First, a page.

SEAWARD SUSSEX - online book

A Description of Travels in Sussex During the early 1900s

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The road continues to the Battlefield and Mount Harry, but to explore the lower portion of the town a return must be made to High Street. At the corner of Bull Lane, marked by a memorial tablet and with a queer carved demon upon its front is Tom Paine's house. Note the unusual milestone on a house front opposite Keere Street, down which turning is presently passed (on the left) Southover House (1572), a good example of Elizabethan architecture. Keere Street has another remnant of the past in its centre gutter, the usual method of draining the street in medieval times, but now very seldom seen except in the City of London.
At the foot of the street is the (probably dry) bed of the Winterbourne, so called because, like other streams of the chalk country, it flows at intermittent times. A short distance farther, to the right, and just past St. John's Church, will be found the entrance to the space once occupied by the first Priory of the Cluniacs in England.
Founded in 1078 by William de Warenne and his wife Gundrada and dedicated to St. Pancras, the Priory was always closely allied with the parent house on the continent. At the Dissolution more than the usual vandalism seems to have been observed and Cromwell's creatures must have vented some personal spite against the monks in their wholesale demolition of the buildings. A mound to the north-east is supposed to be the site of a calvary, and until quite recently a "colombarium" or dovecote was allowed to stand which contained homes for over three thousand birds.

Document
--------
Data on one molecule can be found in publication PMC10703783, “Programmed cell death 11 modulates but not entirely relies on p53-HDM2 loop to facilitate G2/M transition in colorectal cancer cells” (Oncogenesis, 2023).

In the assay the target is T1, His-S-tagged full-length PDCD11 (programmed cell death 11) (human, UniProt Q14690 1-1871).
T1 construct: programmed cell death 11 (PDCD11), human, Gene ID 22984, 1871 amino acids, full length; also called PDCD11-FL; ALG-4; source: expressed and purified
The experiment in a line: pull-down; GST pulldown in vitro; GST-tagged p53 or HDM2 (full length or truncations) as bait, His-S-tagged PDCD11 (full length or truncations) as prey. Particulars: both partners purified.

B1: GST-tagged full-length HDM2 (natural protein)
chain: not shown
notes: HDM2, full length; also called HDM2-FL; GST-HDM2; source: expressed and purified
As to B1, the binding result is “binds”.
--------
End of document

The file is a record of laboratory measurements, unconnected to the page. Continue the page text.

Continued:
"The Priory building was probably irregular, varying in its form as the increase of inmates demanded additional room. But though irregular, it was certainly a noble edifice, faced with Caen stone, and richly adorned by the chisel of the sculptor. Its walls embraced an area of 32 acres, 2 rods, 11 perches, and it was not less remarkable for its magnificence than extent. The length of the church was 150 feet, having an altitude of 60 feet. It was supported by thirty-two pillars, eight of which were very lofty, being 42 feet high, 18 feet thick, and 45 feet in circumference; the remaining twenty-four were 10 feet thick, 25 feet in circumference, and 18 feet in height. [1] The belfry was placed over the centre of the church, at an elevation of 105 feet, and was supported by the eight lofty pillars above mentioned. The roof over the high altar was 93 feet high. Its walls were 10 feet thick. On the right side of the high altar was a vault supported by four pillars, and from this recess branched out five chapels that were bounded by a wall 70 yards long. A higher vault supported by four massive pillars, 14 feet in diameter, and 45 feet in circumference, was probably on the left side of the high altar, and corresponded with the one just mentioned, from which branched out other chapels or cells of the monks. How many chapels there were cannot be ascertained; the names of only three are known, the Virgin Mary, St. Thomas the
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